Tuesday, 25 April 2017
Last updated 10 hours ago
Dec 21 2010 | 9:02pm ET
The future, as Yogi Berra once said, ain’t what it used to be. And while predicting it is an art, not a science, we couldn’t resist asking a few of the people we’ve spoken with this year what they think 2011 holds for the world’s financial markets in general, and hedge funds in particular.
Here, without further ado, is the first installment of responses from hedge fund industry experts, with more to come in the following days.
Rory Hills, Founding Partner, Hilltop Fund Management
“Part of our approach and philosophy is to generally avoid making macro calls and especially of the ‘what will do well next year?’ variety. That said, one issue we will watch for is to see if the level of inter-stock correlation in equity markets continues to be as high in 2011 as it has been for long periods of 2010.
“This has been driven by a binary 'risk on/risk off' approach by many investors which has often resulted in equities moving likes shoals of fish. This, combined with generally poor liquidity has created a difficult environment for many shorter-term equity trades, whether fundamental or systematic.
“In respect of fund of hedge funds, I would say this: We believe too many FoHFs continue to provide returns which are too correlated to equity markets (is it any surprise that in 2010, the worst month in terms of performance was May and the best September?) and this is not what investors want. We have no idea what 2011 holds but we do believe our portfolio will deliver solid positive returns regardless.”
Michael DeJarnette, Co-Founder, NorthPoint Trading Partners
“I believe that in 2011 we will see a return of the mid-size hedge fund ($100 million - $800 million AUM range). That is due to increased barriers to entry for the smallest start-ups and lack of alpha on the largest side. I think that sized fund will have to focus more on compliance and risk. They will have to leverage technology to do so. I believe that that will be accomplished through the use of in-house technology and brand name service providers. Both the buy-side and sell-side will be at risk of losing competitive advantage to peers that have more robust tech infrastructure.”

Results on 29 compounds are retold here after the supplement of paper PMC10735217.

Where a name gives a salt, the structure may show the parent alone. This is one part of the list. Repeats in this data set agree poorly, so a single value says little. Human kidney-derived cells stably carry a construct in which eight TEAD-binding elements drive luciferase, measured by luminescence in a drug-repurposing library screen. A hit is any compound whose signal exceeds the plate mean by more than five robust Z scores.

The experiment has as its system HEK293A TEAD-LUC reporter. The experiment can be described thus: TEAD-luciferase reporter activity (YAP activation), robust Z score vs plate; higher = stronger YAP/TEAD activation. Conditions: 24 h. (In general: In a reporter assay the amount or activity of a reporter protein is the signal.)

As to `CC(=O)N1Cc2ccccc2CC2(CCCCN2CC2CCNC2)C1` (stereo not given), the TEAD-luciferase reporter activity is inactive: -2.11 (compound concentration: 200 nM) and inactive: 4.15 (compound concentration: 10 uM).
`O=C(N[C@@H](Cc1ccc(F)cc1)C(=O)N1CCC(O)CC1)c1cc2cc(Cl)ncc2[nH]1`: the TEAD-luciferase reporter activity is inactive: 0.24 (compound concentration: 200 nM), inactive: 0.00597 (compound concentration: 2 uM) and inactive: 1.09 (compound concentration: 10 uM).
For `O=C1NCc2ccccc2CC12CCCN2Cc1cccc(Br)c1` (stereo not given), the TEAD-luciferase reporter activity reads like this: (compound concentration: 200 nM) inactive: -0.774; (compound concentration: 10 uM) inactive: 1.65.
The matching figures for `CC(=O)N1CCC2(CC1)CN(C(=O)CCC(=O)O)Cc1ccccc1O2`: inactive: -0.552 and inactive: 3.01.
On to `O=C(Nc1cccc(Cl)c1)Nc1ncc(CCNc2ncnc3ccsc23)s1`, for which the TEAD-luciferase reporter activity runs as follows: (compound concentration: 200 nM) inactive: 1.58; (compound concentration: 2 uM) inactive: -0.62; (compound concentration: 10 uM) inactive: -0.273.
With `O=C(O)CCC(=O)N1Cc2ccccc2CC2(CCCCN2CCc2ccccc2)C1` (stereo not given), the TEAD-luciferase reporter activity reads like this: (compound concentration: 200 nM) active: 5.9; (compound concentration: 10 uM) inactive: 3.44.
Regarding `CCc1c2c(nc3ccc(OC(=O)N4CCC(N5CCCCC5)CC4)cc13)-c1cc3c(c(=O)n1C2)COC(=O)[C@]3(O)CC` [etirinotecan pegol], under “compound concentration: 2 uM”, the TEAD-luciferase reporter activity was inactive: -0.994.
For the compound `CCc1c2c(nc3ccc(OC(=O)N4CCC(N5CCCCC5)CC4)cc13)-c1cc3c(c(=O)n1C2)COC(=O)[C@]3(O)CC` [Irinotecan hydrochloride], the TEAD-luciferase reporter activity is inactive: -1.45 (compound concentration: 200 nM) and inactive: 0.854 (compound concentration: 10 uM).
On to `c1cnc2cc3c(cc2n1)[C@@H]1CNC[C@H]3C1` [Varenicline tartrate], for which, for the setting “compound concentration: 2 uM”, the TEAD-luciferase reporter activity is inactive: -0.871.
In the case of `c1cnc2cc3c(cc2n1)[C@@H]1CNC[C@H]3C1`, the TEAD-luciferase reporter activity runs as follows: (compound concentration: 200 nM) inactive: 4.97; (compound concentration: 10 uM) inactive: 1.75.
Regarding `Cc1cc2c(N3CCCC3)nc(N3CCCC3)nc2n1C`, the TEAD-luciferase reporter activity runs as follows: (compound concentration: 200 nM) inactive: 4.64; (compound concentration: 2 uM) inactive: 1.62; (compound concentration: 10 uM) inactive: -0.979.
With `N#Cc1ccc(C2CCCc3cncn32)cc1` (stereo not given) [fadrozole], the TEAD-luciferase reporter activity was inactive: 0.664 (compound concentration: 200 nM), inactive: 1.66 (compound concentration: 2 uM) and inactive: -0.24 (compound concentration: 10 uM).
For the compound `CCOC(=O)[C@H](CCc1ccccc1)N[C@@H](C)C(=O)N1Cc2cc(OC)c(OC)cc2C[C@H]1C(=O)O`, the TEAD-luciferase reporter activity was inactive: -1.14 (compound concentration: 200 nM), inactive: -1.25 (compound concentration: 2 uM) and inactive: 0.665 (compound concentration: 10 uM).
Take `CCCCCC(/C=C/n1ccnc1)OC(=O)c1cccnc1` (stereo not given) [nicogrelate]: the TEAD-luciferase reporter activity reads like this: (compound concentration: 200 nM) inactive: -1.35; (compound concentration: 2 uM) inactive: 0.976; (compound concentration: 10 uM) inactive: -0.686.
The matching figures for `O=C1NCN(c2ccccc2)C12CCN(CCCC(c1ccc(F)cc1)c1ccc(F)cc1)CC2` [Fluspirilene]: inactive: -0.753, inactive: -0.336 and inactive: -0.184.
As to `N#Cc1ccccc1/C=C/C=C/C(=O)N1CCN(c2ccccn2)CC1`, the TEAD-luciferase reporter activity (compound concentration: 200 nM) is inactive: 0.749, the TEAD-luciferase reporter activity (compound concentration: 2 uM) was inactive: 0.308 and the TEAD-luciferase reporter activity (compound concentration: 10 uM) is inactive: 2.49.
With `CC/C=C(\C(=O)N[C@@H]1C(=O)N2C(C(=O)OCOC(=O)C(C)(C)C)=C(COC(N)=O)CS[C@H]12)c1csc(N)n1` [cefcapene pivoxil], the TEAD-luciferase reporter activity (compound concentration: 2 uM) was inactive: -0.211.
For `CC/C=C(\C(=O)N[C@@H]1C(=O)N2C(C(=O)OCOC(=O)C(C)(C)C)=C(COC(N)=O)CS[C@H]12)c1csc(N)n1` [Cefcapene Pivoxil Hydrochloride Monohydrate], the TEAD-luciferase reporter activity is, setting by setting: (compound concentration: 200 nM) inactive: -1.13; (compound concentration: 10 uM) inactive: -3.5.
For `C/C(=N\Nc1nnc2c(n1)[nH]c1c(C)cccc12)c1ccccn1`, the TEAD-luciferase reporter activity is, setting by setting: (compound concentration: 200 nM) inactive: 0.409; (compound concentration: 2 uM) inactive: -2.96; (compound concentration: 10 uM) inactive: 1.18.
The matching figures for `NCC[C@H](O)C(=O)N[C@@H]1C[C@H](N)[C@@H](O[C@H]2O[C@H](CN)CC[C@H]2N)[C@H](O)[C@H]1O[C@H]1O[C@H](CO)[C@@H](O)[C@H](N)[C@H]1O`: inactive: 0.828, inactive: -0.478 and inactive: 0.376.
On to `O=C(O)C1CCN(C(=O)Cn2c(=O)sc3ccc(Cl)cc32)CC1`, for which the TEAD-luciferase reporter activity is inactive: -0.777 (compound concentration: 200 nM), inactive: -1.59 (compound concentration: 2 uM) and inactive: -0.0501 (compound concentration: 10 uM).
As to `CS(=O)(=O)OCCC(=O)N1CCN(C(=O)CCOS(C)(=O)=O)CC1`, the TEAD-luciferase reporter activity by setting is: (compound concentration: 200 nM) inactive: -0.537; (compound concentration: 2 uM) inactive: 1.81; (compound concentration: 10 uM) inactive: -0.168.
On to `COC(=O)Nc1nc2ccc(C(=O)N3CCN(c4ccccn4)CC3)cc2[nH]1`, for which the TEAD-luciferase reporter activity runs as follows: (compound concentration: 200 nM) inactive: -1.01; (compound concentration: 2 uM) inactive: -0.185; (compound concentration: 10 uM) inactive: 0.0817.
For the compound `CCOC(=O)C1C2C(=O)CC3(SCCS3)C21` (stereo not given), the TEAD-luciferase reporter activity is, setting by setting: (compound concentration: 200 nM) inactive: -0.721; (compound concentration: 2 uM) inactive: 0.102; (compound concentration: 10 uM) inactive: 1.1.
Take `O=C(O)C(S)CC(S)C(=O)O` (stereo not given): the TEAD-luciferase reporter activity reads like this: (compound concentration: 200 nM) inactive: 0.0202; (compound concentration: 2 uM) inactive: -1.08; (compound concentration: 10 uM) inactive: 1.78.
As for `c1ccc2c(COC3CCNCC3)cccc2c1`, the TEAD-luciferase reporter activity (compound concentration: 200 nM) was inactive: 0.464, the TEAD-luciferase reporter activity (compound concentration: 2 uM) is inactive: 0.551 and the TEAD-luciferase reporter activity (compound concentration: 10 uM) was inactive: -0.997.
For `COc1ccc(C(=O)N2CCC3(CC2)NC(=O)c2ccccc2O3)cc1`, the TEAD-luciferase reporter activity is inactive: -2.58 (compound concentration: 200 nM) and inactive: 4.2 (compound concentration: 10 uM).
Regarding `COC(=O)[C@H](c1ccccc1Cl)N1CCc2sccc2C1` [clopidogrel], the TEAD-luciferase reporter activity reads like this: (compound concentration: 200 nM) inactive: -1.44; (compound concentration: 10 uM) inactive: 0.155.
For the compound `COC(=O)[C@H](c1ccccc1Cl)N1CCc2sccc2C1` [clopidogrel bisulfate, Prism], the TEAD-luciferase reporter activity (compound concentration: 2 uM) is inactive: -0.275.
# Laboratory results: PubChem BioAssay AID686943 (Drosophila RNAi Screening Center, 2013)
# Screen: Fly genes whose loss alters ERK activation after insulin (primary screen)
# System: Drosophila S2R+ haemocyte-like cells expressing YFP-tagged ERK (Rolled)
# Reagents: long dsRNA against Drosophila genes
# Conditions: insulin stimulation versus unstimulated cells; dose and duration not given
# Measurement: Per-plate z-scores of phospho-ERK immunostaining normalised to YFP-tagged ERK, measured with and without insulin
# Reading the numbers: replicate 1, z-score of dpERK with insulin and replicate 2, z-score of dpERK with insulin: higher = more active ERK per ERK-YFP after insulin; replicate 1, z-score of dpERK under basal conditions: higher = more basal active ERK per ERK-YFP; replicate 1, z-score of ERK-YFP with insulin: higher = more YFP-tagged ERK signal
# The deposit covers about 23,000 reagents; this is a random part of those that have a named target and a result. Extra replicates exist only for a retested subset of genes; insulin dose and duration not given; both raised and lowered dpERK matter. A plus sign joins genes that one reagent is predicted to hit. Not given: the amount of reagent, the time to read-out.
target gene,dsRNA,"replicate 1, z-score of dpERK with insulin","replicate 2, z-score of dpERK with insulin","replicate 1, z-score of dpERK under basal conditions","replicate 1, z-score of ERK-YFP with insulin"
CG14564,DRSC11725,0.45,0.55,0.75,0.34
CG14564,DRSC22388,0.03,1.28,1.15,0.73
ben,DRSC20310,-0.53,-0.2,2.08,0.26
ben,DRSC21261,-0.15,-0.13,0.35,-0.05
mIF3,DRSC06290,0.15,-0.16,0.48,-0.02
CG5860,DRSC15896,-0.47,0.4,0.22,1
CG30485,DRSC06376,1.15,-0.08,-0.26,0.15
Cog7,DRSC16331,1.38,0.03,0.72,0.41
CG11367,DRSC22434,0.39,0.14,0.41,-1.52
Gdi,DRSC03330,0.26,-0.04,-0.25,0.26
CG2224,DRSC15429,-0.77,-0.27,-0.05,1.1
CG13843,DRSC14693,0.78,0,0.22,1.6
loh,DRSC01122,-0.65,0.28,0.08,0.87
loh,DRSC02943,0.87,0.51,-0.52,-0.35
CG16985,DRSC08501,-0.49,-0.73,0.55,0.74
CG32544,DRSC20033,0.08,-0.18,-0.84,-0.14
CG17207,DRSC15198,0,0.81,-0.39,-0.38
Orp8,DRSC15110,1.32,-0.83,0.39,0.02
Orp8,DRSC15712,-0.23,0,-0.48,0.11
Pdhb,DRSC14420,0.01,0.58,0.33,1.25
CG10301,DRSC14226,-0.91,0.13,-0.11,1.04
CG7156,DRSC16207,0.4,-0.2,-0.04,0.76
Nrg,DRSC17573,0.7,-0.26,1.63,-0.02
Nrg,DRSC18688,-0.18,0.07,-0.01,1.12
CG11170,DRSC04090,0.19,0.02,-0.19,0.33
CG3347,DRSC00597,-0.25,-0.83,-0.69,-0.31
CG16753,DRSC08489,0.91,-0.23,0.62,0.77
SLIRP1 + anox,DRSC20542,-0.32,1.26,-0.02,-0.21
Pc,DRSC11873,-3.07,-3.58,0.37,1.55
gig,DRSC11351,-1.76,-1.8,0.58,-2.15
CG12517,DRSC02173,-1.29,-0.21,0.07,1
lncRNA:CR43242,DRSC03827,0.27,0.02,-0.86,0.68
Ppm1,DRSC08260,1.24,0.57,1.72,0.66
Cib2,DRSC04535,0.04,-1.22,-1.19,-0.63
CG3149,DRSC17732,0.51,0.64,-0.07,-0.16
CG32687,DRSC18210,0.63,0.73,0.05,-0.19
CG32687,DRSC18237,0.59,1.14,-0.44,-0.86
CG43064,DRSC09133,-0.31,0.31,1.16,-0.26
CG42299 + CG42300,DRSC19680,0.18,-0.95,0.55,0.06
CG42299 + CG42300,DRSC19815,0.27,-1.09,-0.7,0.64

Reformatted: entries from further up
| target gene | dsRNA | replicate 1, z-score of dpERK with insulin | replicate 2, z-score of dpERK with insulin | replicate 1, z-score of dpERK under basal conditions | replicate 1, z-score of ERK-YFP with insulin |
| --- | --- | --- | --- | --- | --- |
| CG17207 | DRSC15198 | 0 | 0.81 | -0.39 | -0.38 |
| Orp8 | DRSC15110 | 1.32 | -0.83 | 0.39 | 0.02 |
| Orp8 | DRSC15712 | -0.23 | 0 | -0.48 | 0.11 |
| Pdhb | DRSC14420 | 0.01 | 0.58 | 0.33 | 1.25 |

Basil Williams, CEO, Concordia Advisors
“In August, Michael Purves of BGC Financial coined the term ‘wolf market’ in a WSJ interview. I tend to agree with Michael’s assessment. The 2011 market, like a wolf, will react quickly and decisively. It will be wily. It will feed on weak prey. As bulls or bears are much bigger and less nimble, they are able to carry the herd. The wolf takes no prisoners. Such markets are environments in which nimble trading strategies like relative-value investing will prevail. Such investment styles recognize market, sector and security-specific overreaction and structure trades that profit from them, while also protecting against sustained adverse macro moves. Profiting by trading with a trend, a great strategy in bullish or bearish times, will be much more difficult in 2011. Alternatively, profiting by seizing upon market inefficiency and short-term overreaction will produce a more desirable return/risk profile.”
Looking Ahead to 2011: The Hedge Fund Industry Speaks
- Rory Hills, Hilltop Fund Management
- Michael DeJarnette, NorthPoint Trading Partners
- Basil Williams, Concordia Advisors
- Troy Buckner, NuWave Investment Management
- Jack McDonald, Conifer Group
- Piers Denne, Future Capital Partners
- Jeff Holland, Liongate Capital Management
- Jonathan Neill, FPP Asset Management
- Don Steinbrugge, Agecroft Partners
- Graham Stock, Insparo Asset Management
- Sal Gilbertie, Teucrium Corn Fund
- Robert Jersey, GarWood Securities
- Amit Shabi, Bernheim Dreyfus & Co.